October 4, 2013 | 14
“Rational” is the secular holy. We look to the rational—a most sacred and prestigious label in mind work—to save us. Yet some professors of a rational-is-holy faith aren’t being wholly rational. Their sect uses “rational” so differently it has become an unmeant trojan horse term. It looks good but hides destructive ideas.
In a useful comment (here) on my series of posts on problems in economics (here and here) Dr. Chris Auld gives cause for both hope and horror. He says “‘utility’ and ‘rational’ in economics…are scientific jargon: they do not have the same meaning as the lay…words.” This deserves attention (again). Words are key thinking tools. Misapplying them weakens what we can collectively build. Montaigne went so far as to call anyone who warped words “a traitor to society.” Some economists risk weakening our commonwealth of words by their covert meaning of “rational.”
The use of ‘utility’ as jargon is excusable, since it’s not that common a word. But jargonizing “rational” actively courts confusion. If economists mean something different, they should use a different word. Especially when preaching to the laity. If that gives their popularizing wordsmiths trouble, a simple prefixing can fix the problem: “econo-rational.” Unusual uses of common words can be intriguing and healthy. But breaking their meaning can be a sin against language. It degrades the utility of scholarship to society.
Jargon viruses from the unsocial-sciences are mostly easily quarantined; little harm has come from reusing the word “charm” to mean something different in nuclear physics. But social science jargon viruses are more contagious, easily spreading into everyday lives. That applies especially to economics and its cousin politics. Orwell warned against political language that made “lies sound truthful.”
Alarmingly, the econo-rational can oppose the human-rational. Econo-rationality creates the supposedly inevitable tragedy of the commons, but Elinor Olstrom has shown how human-rationality can avoid it by simple coordination. Econo-rationality condones maximizing self-interest by exploiting ‘the commons.’ It’s ok and desirable to do things that if others also do them, guarantee collective depletion and doom. Can that be rational? Damaging what we depend on should never be deemed rational. Only a blinkered and distorted kind of self-interest risks being so self-destructive. Tolerating this misuse of rational is like letting doctors call healthy what foreseeably causes illness. Till these sorts of ill-fated ideas are cured, popularized economics deserves criticism.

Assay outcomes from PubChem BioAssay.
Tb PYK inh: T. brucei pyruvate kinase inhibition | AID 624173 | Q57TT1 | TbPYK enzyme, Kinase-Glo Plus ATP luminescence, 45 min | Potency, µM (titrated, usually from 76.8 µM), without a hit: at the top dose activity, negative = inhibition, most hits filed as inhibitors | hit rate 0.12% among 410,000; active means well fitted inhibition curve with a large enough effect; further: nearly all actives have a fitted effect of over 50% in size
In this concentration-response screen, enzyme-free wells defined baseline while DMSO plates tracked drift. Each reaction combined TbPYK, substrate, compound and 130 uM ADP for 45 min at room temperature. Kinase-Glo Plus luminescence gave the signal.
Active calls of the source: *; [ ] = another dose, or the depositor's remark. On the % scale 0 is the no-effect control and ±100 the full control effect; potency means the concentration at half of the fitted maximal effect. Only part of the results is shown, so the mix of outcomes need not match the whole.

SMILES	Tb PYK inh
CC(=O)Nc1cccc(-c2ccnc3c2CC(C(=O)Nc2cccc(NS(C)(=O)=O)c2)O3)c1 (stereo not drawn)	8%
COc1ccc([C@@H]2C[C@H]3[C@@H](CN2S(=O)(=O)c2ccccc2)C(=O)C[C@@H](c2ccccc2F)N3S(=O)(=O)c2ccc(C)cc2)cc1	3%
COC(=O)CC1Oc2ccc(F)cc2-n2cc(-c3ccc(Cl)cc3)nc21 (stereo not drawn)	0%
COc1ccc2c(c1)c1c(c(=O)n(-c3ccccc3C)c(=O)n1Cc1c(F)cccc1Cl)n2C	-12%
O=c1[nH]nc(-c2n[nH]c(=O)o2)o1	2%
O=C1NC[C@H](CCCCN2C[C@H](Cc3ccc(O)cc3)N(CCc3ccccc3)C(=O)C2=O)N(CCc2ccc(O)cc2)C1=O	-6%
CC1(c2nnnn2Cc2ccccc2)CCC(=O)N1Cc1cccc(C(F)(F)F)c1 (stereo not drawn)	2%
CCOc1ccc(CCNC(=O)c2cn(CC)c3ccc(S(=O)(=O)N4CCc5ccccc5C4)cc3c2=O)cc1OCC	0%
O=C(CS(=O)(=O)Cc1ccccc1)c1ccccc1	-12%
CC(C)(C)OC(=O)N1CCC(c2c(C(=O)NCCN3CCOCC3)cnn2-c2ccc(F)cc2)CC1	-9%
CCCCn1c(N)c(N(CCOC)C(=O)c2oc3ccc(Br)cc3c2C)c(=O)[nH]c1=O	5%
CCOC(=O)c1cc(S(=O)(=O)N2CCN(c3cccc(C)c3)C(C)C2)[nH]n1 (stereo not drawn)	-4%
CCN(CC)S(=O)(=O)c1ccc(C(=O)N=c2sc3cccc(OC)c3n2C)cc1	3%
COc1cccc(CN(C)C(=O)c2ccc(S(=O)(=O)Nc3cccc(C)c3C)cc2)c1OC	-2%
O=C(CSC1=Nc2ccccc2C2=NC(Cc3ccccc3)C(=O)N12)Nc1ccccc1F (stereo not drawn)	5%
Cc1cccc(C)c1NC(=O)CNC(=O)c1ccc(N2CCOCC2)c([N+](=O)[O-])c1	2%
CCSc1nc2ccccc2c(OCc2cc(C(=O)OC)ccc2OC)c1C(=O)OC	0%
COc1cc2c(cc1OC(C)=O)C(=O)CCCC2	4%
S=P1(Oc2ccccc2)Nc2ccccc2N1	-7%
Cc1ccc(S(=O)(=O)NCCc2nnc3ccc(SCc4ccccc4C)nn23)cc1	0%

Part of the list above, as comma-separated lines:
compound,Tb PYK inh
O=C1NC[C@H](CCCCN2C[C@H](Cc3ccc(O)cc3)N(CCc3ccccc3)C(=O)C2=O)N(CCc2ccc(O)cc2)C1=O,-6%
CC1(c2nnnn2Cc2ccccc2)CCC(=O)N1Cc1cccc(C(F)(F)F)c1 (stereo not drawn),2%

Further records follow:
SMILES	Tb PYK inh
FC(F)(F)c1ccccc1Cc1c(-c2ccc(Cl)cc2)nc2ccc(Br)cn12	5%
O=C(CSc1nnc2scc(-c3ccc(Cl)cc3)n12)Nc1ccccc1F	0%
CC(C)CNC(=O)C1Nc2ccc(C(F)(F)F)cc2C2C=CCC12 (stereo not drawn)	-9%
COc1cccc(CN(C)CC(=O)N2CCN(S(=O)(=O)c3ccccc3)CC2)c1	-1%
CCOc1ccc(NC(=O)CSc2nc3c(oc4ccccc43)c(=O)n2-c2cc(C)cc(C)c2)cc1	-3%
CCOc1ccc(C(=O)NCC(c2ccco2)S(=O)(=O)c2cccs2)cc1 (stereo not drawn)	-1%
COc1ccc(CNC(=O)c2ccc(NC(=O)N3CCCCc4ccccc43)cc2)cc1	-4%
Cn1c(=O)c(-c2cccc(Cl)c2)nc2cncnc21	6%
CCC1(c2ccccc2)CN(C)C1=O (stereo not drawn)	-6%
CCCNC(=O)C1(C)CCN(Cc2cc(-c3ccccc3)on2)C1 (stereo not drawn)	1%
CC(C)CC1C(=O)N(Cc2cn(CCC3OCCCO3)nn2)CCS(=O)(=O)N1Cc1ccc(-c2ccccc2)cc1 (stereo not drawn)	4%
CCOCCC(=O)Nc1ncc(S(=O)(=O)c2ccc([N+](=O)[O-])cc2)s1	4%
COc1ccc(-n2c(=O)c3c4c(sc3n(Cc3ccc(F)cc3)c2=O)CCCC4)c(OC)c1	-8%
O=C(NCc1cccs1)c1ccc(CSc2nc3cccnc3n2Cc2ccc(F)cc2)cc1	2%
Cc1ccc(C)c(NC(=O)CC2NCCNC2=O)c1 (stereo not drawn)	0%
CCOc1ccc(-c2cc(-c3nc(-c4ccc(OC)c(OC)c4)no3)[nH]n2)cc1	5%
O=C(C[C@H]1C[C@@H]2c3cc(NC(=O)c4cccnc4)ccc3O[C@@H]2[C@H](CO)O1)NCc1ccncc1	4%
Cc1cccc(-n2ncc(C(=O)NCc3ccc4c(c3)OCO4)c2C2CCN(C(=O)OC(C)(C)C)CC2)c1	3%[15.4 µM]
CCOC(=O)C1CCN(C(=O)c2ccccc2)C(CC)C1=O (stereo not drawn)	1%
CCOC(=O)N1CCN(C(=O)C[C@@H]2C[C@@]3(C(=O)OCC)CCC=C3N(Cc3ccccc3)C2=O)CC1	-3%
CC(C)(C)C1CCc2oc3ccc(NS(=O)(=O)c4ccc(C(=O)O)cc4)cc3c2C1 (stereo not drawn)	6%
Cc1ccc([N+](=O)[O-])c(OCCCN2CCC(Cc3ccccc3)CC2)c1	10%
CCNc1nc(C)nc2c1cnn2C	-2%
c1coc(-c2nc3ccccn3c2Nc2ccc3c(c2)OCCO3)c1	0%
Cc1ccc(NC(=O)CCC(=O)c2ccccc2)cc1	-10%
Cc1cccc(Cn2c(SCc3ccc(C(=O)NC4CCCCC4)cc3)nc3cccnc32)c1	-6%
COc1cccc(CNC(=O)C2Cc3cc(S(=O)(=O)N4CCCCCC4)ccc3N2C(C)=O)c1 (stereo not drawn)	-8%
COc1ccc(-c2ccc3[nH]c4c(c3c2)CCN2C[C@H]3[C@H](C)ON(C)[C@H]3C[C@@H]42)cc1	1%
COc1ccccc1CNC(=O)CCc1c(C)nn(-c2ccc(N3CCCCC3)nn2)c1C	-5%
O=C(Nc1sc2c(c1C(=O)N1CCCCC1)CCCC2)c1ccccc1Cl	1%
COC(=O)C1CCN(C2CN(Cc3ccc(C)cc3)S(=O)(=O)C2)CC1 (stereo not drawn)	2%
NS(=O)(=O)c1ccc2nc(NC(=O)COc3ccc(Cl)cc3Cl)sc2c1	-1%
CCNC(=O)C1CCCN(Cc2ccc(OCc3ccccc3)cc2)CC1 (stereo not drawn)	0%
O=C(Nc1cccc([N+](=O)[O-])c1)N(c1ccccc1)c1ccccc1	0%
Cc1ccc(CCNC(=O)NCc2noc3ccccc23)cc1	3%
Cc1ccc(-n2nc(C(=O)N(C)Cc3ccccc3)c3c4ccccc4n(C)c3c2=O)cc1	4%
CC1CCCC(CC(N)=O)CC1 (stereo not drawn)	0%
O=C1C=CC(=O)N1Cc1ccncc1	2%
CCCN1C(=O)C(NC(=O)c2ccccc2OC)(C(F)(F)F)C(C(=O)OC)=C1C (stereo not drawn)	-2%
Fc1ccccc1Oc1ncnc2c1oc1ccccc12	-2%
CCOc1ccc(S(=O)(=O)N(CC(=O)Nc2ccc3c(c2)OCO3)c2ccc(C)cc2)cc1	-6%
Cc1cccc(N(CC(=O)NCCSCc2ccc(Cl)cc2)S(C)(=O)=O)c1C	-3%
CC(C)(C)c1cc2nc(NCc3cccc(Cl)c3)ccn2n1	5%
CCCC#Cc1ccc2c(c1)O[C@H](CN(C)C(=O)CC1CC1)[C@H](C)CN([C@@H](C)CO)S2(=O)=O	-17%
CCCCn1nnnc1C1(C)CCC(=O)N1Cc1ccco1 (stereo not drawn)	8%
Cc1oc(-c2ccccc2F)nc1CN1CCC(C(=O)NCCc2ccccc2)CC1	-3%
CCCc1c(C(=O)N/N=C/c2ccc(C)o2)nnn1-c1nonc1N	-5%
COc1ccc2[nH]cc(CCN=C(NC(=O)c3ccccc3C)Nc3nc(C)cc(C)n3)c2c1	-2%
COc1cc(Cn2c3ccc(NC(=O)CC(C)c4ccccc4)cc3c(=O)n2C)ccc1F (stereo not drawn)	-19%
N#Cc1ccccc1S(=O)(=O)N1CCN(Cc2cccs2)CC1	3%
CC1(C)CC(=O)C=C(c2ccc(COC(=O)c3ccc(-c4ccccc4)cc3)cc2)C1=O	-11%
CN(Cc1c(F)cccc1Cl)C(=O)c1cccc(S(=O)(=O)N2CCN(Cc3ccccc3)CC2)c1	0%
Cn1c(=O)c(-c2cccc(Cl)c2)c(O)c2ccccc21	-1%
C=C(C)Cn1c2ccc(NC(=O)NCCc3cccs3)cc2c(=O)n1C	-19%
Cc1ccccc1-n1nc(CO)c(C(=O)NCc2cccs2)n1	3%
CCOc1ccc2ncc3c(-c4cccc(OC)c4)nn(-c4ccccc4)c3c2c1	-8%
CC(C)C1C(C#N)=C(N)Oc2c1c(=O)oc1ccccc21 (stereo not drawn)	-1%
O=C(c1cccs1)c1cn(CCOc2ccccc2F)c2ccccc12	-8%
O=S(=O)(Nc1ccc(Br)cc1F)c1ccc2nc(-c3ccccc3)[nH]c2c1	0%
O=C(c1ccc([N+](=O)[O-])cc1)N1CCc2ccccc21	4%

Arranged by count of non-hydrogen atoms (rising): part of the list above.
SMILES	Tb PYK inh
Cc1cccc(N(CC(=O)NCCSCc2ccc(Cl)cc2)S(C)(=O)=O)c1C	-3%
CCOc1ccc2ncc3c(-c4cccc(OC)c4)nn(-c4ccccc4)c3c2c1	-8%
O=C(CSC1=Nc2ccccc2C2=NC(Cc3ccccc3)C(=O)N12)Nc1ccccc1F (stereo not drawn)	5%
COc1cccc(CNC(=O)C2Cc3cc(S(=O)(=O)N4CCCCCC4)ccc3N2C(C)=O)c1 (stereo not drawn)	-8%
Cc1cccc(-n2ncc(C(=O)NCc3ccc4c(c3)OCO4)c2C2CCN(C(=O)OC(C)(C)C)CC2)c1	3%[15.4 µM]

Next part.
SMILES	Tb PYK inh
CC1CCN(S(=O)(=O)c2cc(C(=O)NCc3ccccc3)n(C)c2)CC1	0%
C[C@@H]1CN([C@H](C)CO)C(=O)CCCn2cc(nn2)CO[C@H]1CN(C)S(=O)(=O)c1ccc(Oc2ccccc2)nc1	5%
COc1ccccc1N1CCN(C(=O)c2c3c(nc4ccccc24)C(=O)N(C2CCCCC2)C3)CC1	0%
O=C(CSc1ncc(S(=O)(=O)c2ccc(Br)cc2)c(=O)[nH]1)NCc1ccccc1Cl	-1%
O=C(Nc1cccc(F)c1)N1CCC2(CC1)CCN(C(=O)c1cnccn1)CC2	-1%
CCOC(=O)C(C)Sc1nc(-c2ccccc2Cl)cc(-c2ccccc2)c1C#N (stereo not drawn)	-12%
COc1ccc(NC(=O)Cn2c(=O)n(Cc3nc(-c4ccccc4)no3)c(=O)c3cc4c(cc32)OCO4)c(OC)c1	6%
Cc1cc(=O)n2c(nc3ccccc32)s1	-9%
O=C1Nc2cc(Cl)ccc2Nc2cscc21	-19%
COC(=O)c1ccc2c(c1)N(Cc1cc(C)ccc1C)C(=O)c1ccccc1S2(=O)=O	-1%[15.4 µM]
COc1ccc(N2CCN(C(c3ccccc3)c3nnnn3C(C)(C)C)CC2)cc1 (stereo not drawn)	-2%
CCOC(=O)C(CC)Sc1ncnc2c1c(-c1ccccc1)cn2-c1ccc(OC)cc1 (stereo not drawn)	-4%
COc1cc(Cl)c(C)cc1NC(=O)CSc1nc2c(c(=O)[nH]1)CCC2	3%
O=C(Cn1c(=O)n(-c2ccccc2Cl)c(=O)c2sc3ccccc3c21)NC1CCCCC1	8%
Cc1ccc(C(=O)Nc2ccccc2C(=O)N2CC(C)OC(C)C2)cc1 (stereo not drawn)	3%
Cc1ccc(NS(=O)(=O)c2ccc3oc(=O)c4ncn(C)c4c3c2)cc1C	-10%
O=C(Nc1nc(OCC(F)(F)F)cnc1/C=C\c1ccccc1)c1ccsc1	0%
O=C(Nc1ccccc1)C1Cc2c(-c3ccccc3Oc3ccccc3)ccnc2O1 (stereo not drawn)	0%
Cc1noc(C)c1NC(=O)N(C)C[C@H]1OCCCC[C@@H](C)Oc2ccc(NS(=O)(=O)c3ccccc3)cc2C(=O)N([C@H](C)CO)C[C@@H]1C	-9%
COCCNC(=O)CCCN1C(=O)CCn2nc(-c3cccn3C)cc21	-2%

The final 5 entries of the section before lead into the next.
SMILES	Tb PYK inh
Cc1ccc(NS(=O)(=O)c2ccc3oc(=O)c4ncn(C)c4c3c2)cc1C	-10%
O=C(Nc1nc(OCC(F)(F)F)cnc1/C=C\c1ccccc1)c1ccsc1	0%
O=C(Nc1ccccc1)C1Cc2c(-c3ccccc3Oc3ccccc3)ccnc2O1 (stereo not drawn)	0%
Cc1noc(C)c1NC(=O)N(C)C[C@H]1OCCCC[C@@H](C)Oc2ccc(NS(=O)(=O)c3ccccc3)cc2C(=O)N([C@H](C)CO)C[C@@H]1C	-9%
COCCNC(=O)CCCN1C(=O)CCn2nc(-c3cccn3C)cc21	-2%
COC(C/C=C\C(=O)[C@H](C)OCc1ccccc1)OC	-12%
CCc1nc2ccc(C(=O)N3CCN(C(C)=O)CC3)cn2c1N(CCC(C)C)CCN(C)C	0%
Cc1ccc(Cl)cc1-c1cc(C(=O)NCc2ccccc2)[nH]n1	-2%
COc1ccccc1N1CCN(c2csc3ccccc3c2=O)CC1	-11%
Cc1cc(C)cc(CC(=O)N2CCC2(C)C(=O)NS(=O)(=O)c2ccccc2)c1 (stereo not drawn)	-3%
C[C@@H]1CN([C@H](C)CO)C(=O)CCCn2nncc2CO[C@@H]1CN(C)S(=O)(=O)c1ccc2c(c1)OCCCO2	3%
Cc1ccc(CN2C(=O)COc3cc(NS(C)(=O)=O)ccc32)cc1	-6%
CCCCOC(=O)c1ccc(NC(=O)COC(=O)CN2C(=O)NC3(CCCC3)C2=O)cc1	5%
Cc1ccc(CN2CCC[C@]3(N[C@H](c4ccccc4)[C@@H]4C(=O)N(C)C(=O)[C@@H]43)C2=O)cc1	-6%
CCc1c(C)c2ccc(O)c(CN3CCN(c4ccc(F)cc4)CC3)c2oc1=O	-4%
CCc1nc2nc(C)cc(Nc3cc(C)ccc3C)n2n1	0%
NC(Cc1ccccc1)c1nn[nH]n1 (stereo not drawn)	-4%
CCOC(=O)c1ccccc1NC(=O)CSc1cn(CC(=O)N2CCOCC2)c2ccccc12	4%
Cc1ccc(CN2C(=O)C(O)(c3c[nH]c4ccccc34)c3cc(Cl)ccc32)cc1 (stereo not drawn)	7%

Dr. Auld says claims that “economists think markets are perfect” are mistaken. If so, Paul Krugman (addressing the laity in The New York Times) errs in saying: “economists need to abandon the neat but wrong solution of assuming that everyone is rational and markets work perfectly.”
The hope expressed above is that Dr. Auld represents a new sect of economists who have cured many of their professions old ills. If so I look forward to their more human-rational, better-communicated results. Meanwhile, much work remains to analyze and criticize the effect the work of economists, like those that Krugman targets, has on us lay folk. Our salvation may depend on it.
Illustration by Julia Suits, The New Yorker Cartoonist & author of The Extraordinary Catalog of Peculiar Inventions.
Previously in this series:
It Is in Our Nature to Be Self-Deficient
Inheriting Second Natures
Our Ruly Nature
It Is in Our Nature to Need Stories
Tools Are in Our Nature
We Fit Nature To Us: Evolutions two way street
Justice Is In Our Nature
Behavioral Telescope Shows How Cooperation Works
Selfish Genes Also Must Cooperate
Game Theory And The Golden Punishment Rule
Revolutionizing Economics by Evolutionizing it.
Science’s Mobile Army of Metaphors
Greek Myths About Human Origins
Evolutionary Economics And Darwin’s Wedge
Economics vs Fiction on Human Nature
Is Economics More Like History Than Physics?
Maxims Are Fitter Than Maximization
Food For Rethinking Markets
Non-grapefruit and fruitful non-science
Is Money Like Food?
Words Are Thinking Tools: Praxotype
Is Breaking Bad Darwinian?
Get 6 bi-monthly digital issues
+ 1yr of archive access for just $9.99